Reporters Without Borders today called for the immediate release of Milton Chacaguasay Flores, owner and editor of the weekly La Verdad, based in Machala, south-western Ecuador.
The journalist, who had been acquitted in a lower court, was sentenced on appeal on 15 November to 10 months in prison for “insulting” a judge and imprisoned two weeks later.
This came one month after Freddy Aponte Aponte, of privately-owned local radio Luz y Vida, was jailed for the same reason. He too had been acquitted by a lower court.
“These two virtually identical cases inevitably point to the need to decriminalise press offences” the worldwide press freedom organisation said. “Our concern is not to know if insult was really given in either case. We challenge the principle of prison sentences being handed down for this kind of offence.”
“Imprisonment does not put right the offence the complainant considers himself a victim of and it has nothing to do with the protection of society and it will never guard the press against possible abuse.”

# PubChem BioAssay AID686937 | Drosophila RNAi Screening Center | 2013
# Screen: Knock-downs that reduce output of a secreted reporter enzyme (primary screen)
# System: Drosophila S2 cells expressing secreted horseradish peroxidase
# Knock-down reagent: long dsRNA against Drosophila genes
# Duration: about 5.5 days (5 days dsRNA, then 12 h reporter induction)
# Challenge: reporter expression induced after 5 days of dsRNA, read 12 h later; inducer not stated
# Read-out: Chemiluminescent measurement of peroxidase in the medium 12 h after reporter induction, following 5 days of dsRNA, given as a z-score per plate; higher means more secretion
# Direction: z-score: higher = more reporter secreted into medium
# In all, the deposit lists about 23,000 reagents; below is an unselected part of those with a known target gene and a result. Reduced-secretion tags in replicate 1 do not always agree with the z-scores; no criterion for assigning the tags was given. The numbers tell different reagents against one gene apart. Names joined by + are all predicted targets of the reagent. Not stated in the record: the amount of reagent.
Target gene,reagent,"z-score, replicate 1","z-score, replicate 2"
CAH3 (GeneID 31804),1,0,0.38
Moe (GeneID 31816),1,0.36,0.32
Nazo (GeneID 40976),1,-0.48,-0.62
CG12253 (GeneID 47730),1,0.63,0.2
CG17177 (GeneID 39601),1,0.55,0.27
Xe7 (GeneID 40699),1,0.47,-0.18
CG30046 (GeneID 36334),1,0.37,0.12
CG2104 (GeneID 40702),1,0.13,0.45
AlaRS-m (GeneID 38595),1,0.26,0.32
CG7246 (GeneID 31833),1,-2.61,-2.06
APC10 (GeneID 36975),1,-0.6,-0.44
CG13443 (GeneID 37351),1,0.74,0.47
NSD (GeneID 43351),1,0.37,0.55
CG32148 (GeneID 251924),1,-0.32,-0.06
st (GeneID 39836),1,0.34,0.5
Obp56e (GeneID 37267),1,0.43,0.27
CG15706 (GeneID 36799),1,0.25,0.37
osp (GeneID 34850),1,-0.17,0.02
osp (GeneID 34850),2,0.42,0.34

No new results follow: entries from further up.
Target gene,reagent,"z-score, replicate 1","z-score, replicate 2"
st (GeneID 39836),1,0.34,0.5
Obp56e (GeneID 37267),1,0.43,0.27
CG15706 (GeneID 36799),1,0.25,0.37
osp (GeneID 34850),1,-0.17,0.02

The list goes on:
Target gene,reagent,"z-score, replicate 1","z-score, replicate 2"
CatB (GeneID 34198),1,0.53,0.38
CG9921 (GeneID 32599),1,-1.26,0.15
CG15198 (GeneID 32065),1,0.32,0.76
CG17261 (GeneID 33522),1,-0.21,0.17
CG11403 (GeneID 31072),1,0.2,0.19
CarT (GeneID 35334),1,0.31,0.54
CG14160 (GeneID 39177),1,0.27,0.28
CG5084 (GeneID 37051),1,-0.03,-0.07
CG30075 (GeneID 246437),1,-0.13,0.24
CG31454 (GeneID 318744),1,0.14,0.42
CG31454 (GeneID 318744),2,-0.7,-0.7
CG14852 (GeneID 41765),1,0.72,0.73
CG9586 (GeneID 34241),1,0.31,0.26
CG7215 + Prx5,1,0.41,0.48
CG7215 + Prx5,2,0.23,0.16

“The law should be reformed and we urge President Rafael Correa to use his prerogative to pardon the two journalists” it added.
Judge Silvio Castillo originally sued Milton Chacaguasay Flores over an article published in September 2007 and attributed to the editor of La Verdad, which implicated him in “illicit enrichment”. Chacaguasay Flores was acquitted in the lower court after he demonstrated to the court that neither he nor the newspaper were behind the article, which had been carried in a free insert and did not even name the judge.
Castillo appealed against the acquittal and won his case on 15 November 2008. The same appeal court had earlier sentenced Chacaguasay Flores to eight months in prison in February 2008 for “insulting” a leader of the Christian Socialist Party, José Ugarte Aguilar, whom he reportedly accused of corruption. The journalist’s family said that he had received death threats from the politician, on 1st December.
The journalist was initially jailed at the Machala rehabilitation centre and then transferred to Quito, as a “precaution”, the family added. His judicial fate is now in the hands of the country’s highest jurisdiction, the National Court of Justice, which recently upheld Freddy Aponte Aponte’s six-month prison sentence.
Press offences remain punishable by prison sentences under Ecuadorian law, contrary to a general trend on the continent towards decriminalisation, under Article 13 of the Inter-American Human Rights Convention and jurisprudence set by the Inter-American Human Rights court.